A Cross Sectional Study on Prevalence of Acute Respiratory Infections (ARI) in Under-Five Children of Meerut District, IndiaKapil Goel1*, Sartaj Ahmad2, Gagan Agarwal3, Parul Goel4 and Vijay Kumar3
- Corresponding Author:
- Kapil Goel
Department of Community Medicine
Subharti Medical College
Meerut, Uttar Pradesh, India
E-mail: [email protected]
Received Date: July 31, 2012; Accepted Date: October 26, 2012; Published Date: October 28, 2012
Citation: Goel K, Ahmad S, Agarwal G, Goel P, Vijay Kumar (2012) A Cross Sectional Study on Prevalence of Acute Respiratory Infections (ARI) in Under- Five Children of Meerut District, India. J Community Med Health Educ 2:176. doi:10.4172/2161-0711.1000176
Copyright: © 2012 Goel K, et al. This is an open-access article distributed under the terms of the Creative Commons Attribution License, which permits unrestricted use, distribution, and reproduction in any medium, provided the original author and source are credited.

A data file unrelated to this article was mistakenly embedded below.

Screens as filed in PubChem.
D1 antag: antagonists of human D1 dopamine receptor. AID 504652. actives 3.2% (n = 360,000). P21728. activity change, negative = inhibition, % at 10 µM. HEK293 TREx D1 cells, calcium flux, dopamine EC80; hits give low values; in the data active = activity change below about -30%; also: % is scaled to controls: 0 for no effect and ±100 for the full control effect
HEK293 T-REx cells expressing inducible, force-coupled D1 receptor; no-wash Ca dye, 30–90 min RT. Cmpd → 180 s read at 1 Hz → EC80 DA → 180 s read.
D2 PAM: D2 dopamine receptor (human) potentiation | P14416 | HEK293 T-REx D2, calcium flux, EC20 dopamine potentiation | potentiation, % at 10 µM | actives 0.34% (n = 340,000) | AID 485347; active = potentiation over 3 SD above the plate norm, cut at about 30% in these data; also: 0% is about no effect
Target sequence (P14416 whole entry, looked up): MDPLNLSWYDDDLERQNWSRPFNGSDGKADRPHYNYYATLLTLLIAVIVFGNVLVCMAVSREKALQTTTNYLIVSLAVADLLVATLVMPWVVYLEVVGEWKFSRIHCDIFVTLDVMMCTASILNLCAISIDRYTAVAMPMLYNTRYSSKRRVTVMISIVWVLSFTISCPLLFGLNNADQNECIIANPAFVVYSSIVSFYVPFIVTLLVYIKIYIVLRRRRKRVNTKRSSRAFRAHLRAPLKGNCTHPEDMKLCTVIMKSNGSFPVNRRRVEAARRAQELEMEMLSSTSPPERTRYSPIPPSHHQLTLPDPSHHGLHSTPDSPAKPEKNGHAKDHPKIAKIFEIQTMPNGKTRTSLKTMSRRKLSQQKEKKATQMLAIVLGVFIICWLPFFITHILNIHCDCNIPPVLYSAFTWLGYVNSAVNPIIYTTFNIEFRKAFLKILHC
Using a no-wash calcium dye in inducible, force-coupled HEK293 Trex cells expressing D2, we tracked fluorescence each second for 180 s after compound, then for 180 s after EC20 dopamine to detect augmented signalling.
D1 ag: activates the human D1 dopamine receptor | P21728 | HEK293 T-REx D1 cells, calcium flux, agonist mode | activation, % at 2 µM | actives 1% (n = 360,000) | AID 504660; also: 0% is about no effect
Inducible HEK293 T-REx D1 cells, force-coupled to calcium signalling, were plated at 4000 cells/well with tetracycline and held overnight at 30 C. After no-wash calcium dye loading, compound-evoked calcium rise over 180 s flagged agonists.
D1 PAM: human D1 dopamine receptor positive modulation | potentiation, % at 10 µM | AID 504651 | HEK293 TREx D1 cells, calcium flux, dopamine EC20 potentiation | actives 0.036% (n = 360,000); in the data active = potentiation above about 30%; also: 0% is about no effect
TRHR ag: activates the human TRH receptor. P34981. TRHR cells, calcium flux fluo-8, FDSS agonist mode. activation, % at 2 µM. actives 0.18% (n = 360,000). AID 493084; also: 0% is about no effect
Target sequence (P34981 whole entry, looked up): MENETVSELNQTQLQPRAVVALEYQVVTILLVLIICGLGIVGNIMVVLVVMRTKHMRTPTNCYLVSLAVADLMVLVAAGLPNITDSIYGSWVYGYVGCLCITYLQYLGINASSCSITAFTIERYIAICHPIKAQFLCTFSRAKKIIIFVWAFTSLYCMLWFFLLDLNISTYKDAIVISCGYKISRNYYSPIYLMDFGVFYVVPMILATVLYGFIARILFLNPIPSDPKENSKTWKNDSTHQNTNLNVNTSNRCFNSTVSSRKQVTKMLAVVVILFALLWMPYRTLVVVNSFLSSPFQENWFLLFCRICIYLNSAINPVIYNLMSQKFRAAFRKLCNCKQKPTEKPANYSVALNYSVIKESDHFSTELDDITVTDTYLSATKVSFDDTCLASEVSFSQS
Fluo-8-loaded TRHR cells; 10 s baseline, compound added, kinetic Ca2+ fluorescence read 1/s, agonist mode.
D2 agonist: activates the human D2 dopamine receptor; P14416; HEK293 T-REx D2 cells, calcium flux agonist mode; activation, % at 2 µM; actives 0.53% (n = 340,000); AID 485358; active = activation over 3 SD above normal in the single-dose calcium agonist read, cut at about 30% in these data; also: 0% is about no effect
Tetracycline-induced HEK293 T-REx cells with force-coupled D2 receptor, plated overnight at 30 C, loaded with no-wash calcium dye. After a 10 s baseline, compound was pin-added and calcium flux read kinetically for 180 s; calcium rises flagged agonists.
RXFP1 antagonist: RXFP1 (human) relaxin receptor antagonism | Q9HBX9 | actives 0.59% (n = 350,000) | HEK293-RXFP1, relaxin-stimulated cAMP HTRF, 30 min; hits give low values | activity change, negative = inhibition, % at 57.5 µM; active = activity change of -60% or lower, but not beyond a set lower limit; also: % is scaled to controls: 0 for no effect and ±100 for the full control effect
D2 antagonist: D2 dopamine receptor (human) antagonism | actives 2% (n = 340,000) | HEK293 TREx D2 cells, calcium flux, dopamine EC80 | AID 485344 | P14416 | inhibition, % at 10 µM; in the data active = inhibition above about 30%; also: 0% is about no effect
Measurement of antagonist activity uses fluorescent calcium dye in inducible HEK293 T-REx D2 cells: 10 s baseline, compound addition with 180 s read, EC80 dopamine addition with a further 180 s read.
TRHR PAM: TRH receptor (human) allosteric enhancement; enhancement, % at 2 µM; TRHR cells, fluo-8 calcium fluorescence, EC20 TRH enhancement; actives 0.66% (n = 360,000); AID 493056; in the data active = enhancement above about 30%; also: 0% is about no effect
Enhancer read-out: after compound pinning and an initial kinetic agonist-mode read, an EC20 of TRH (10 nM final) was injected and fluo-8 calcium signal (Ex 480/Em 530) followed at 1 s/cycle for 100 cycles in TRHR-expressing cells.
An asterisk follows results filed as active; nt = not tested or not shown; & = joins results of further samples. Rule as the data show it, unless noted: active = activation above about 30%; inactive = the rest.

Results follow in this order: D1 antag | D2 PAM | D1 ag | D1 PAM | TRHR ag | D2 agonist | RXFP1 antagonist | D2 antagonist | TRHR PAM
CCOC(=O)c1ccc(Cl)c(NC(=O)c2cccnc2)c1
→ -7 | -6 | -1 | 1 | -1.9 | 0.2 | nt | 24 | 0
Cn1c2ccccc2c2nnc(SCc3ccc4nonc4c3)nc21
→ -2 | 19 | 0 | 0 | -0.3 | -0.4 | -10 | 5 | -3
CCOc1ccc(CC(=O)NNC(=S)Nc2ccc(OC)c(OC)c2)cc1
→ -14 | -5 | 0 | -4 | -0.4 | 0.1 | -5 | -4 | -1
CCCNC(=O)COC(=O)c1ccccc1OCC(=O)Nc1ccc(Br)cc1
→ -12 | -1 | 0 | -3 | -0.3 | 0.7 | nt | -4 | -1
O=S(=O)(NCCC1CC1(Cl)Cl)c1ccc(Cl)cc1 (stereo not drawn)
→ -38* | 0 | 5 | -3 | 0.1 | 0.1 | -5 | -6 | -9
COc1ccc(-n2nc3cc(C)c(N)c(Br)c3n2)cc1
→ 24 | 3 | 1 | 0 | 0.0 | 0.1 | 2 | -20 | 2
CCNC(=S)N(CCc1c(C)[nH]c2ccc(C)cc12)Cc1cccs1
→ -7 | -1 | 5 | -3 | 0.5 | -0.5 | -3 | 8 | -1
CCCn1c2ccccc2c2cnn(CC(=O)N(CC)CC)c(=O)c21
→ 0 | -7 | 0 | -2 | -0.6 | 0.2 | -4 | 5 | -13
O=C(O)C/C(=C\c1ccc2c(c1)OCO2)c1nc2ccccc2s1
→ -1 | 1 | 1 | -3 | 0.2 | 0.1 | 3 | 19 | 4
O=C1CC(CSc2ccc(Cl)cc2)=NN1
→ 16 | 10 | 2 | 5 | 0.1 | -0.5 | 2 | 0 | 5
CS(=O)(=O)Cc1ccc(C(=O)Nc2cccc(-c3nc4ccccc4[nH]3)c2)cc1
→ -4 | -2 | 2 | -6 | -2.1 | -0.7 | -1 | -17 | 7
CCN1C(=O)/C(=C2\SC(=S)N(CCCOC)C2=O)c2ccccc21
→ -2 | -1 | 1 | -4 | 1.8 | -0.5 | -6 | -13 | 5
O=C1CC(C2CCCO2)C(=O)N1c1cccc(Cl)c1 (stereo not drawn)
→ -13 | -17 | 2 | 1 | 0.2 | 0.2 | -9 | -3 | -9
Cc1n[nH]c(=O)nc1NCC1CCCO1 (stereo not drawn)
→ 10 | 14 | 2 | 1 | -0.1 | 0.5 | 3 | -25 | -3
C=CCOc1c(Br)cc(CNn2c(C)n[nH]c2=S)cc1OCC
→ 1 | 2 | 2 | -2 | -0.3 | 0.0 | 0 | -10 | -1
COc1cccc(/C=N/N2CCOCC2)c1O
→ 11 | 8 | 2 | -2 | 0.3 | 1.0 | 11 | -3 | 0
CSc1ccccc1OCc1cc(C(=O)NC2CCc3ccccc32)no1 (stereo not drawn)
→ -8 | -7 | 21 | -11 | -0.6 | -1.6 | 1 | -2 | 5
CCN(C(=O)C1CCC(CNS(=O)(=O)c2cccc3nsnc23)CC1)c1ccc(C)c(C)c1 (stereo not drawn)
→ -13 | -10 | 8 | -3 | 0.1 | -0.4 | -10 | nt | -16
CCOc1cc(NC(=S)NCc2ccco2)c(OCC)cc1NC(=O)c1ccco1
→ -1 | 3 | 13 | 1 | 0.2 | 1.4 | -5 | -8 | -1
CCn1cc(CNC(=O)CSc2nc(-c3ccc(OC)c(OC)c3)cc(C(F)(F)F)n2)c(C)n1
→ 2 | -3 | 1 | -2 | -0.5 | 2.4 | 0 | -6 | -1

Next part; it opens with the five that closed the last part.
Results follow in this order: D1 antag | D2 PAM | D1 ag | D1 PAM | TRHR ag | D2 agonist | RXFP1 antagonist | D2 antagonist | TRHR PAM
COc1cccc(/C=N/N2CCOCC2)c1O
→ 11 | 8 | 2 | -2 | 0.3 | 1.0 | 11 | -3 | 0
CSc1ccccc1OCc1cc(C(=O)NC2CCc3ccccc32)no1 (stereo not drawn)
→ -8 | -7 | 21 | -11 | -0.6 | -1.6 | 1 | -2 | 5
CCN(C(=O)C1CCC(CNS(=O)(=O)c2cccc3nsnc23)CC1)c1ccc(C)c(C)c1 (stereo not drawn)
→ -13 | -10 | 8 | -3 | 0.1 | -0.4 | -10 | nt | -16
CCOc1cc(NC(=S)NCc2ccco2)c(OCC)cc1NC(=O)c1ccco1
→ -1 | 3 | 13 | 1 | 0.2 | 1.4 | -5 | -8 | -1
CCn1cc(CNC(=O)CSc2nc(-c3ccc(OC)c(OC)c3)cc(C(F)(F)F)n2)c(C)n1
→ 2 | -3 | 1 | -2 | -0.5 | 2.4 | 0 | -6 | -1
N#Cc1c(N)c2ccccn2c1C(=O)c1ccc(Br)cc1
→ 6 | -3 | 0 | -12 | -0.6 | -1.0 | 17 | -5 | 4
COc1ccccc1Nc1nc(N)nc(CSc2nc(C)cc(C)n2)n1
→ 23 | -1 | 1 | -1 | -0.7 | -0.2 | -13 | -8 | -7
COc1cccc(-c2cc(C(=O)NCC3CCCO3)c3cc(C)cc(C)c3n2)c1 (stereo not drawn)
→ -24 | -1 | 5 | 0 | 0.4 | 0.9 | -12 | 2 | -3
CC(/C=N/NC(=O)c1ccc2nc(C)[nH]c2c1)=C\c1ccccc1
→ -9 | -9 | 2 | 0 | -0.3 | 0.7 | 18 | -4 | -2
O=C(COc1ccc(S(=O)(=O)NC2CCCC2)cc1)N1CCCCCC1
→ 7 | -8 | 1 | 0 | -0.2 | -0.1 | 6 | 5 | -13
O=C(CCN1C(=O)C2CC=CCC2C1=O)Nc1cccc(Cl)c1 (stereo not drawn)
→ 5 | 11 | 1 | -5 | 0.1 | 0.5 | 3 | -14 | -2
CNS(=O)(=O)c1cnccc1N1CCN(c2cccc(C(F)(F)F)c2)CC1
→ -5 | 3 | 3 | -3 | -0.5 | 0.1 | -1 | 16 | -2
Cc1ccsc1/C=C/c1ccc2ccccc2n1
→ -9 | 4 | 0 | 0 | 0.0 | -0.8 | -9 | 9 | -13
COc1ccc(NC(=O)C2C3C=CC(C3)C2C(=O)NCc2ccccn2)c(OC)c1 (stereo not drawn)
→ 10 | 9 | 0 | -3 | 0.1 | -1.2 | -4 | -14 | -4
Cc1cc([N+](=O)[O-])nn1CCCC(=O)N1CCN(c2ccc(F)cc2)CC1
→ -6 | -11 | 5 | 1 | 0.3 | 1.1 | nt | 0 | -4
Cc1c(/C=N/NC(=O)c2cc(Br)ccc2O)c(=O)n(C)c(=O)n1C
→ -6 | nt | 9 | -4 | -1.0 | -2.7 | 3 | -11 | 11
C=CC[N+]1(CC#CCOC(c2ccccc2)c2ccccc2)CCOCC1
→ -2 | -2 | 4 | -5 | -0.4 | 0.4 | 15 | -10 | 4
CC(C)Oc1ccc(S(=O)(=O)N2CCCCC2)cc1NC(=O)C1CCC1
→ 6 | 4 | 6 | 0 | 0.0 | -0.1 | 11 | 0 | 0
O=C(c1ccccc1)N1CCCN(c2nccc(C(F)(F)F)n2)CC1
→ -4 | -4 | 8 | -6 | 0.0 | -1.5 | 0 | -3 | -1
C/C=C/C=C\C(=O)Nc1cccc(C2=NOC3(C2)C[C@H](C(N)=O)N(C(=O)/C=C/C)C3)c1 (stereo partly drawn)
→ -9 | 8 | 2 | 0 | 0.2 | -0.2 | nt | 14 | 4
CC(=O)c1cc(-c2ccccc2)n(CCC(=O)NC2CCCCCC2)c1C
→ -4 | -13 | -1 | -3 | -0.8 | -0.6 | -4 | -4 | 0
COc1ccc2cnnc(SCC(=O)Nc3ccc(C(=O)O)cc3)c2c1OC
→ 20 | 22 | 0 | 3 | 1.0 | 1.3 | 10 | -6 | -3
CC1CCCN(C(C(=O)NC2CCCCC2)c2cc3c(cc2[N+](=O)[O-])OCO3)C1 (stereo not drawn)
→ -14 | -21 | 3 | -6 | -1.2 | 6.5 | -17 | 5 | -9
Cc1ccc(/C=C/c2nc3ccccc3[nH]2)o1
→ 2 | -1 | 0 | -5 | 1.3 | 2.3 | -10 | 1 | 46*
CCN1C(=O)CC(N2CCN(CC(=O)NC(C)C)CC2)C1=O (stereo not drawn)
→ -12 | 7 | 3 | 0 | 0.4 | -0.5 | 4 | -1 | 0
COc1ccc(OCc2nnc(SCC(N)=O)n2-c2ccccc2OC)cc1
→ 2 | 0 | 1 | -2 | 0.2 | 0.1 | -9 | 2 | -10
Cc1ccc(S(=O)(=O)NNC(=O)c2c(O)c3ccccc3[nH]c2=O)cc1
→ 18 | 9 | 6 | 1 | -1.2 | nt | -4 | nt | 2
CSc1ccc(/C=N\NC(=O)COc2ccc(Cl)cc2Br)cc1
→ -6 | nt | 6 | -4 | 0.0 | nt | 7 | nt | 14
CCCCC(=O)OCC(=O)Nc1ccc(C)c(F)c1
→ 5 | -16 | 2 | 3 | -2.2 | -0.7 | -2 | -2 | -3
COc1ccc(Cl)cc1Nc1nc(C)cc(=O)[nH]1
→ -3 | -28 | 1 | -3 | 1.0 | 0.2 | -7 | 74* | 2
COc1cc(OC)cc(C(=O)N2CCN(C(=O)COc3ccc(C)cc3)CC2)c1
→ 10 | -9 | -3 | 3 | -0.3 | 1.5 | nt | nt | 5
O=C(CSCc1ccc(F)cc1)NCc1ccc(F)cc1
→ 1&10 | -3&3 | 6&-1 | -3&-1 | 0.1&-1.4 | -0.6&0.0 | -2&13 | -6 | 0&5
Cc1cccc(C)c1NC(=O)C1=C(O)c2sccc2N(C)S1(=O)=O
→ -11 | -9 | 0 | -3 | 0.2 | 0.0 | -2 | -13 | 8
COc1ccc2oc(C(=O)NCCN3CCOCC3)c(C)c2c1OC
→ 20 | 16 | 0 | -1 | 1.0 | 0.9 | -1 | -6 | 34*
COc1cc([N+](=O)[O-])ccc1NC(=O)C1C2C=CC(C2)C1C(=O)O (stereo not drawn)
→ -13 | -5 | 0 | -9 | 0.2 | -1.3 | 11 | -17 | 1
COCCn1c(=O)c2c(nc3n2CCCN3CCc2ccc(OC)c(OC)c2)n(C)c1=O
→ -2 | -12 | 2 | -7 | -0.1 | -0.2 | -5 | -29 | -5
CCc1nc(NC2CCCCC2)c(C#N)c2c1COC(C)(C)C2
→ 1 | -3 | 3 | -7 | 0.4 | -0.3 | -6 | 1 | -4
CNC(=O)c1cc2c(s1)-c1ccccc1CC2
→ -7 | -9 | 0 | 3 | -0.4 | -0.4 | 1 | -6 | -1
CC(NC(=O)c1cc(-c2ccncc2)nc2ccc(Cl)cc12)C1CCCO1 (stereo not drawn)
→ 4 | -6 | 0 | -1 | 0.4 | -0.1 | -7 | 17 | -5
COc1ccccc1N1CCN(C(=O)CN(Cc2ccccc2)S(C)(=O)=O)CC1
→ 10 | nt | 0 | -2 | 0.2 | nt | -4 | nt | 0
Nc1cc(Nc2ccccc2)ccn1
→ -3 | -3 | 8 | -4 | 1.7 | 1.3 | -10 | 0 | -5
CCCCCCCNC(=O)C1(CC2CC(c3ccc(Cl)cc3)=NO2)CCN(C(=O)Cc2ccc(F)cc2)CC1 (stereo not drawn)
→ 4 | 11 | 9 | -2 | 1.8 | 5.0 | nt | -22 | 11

Background: Acute respiratory infection (ARI) is a leading cause of morbidity and mortality in under-five children worldwide. On an average, children below 5 years of age suffer about 5 episodes of ARI per child per year, thus accounting for about 238 million attacks and about 13 million deaths every year in the world. Identification of modifiable risk factors of ARI may help in reducing the burden of disease.
Objective: To study the social demographic factors and prevalence of ARI in under five children living in urban and rural area of Meerut district.
Materials and methods: A cross sectional study covering 450 under-five children living in urban and rural area of Meerut district from October 2011 to March 2012.
Results: Prevalence of ARI was found to be 52%. It was higher in children with lower socioeconomic status (35.89%), illiterate mother (49.14%), overcrowded conditions (70.94%), inadequate ventilation (74.35%), and use of smoky chullah (56.83%), malnutrition (26.49) and parental smoking (78.20%).
Conclusion: The present study found that low socioeconomic status, maternal illiteracy, poor nutritional status, overcrowding, indoor air pollution and parental smoking behavior were the significant social and demographic risk factors responsible for ARI in under-five children. These observations emphasize the need for research aimed at health system to determine the most appropriate approaches to control acute respiratory infection and thus could be utilized to strengthen the ARI control programme.